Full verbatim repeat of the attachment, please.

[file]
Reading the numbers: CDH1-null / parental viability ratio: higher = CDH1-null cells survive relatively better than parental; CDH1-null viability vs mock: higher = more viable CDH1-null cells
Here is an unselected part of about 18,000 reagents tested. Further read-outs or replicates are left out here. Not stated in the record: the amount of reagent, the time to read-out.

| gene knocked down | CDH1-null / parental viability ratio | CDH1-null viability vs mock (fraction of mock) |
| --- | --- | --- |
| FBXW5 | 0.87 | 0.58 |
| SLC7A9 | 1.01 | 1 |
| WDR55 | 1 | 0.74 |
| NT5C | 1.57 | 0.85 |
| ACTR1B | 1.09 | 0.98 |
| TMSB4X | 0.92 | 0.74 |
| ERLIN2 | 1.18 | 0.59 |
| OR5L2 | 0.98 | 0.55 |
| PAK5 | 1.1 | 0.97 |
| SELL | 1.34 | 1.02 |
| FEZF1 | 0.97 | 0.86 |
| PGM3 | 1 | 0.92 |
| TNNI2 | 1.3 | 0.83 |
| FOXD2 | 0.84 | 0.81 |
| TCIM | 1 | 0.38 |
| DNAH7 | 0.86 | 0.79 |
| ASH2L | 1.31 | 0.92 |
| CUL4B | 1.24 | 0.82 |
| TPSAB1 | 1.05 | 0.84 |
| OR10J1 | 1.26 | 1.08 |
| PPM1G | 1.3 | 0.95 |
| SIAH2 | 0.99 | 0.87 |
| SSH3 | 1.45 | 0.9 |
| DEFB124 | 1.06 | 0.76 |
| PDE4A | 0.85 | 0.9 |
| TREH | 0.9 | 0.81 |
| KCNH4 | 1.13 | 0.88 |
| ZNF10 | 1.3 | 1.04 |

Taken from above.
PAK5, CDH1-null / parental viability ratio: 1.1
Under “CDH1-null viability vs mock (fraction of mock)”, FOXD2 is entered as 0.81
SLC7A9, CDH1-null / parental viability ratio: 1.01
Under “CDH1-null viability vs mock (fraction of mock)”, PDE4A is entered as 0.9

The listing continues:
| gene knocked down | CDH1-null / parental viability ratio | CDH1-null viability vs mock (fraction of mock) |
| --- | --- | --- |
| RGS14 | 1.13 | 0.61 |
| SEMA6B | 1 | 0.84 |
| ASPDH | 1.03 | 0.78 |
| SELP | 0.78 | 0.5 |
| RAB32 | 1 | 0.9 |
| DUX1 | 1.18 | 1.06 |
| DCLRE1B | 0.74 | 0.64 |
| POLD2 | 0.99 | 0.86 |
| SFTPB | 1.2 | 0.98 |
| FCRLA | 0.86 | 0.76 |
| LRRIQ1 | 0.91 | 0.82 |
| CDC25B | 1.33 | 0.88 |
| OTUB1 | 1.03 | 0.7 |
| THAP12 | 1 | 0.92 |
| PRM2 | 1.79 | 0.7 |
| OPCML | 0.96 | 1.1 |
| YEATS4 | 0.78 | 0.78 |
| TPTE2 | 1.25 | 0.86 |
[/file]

Reading the numbers: CDH1-null / parental viability ratio: higher = CDH1-null cells survive relatively better than parental; CDH1-null viability vs mock: higher = more viable CDH1-null cells
Here is an unselected part of about 18,000 reagents tested. Further read-outs or replicates are left out here. Not stated in the record: the amount of reagent, the time to read-out.

| gene knocked down | CDH1-null / parental viability ratio | CDH1-null viability vs mock (fraction of mock) |
| --- | --- | --- |
| FBXW5 | 0.87 | 0.58 |
| SLC7A9 | 1.01 | 1 |
| WDR55 | 1 | 0.74 |
| NT5C | 1.57 | 0.85 |
| ACTR1B | 1.09 | 0.98 |
| TMSB4X | 0.92 | 0.74 |
| ERLIN2 | 1.18 | 0.59 |
| OR5L2 | 0.98 | 0.55 |
| PAK5 | 1.1 | 0.97 |
| SELL | 1.34 | 1.02 |
| FEZF1 | 0.97 | 0.86 |
| PGM3 | 1 | 0.92 |
| TNNI2 | 1.3 | 0.83 |
| FOXD2 | 0.84 | 0.81 |
| TCIM | 1 | 0.38 |
| DNAH7 | 0.86 | 0.79 |
| ASH2L | 1.31 | 0.92 |
| CUL4B | 1.24 | 0.82 |
| TPSAB1 | 1.05 | 0.84 |
| OR10J1 | 1.26 | 1.08 |
| PPM1G | 1.3 | 0.95 |
| SIAH2 | 0.99 | 0.87 |
| SSH3 | 1.45 | 0.9 |
| DEFB124 | 1.06 | 0.76 |
| PDE4A | 0.85 | 0.9 |
| TREH | 0.9 | 0.81 |
| KCNH4 | 1.13 | 0.88 |
| ZNF10 | 1.3 | 1.04 |

Taken from above.
PAK5, CDH1-null / parental viability ratio: 1.1
Under “CDH1-null viability vs mock (fraction of mock)”, FOXD2 is entered as 0.81
SLC7A9, CDH1-null / parental viability ratio: 1.01
Under “CDH1-null viability vs mock (fraction of mock)”, PDE4A is entered as 0.9

The listing continues:
| gene knocked down | CDH1-null / parental viability ratio | CDH1-null viability vs mock (fraction of mock) |
| --- | --- | --- |
| RGS14 | 1.13 | 0.61 |
| SEMA6B | 1 | 0.84 |
| ASPDH | 1.03 | 0.78 |
| SELP | 0.78 | 0.5 |
| RAB32 | 1 | 0.9 |
| DUX1 | 1.18 | 1.06 |
| DCLRE1B | 0.74 | 0.64 |
| POLD2 | 0.99 | 0.86 |
| SFTPB | 1.2 | 0.98 |
| FCRLA | 0.86 | 0.76 |
| LRRIQ1 | 0.91 | 0.82 |
| CDC25B | 1.33 | 0.88 |
| OTUB1 | 1.03 | 0.7 |
| THAP12 | 1 | 0.92 |
| PRM2 | 1.79 | 0.7 |
| OPCML | 0.96 | 1.1 |
| YEATS4 | 0.78 | 0.78 |
| TPTE2 | 1.25 | 0.86 |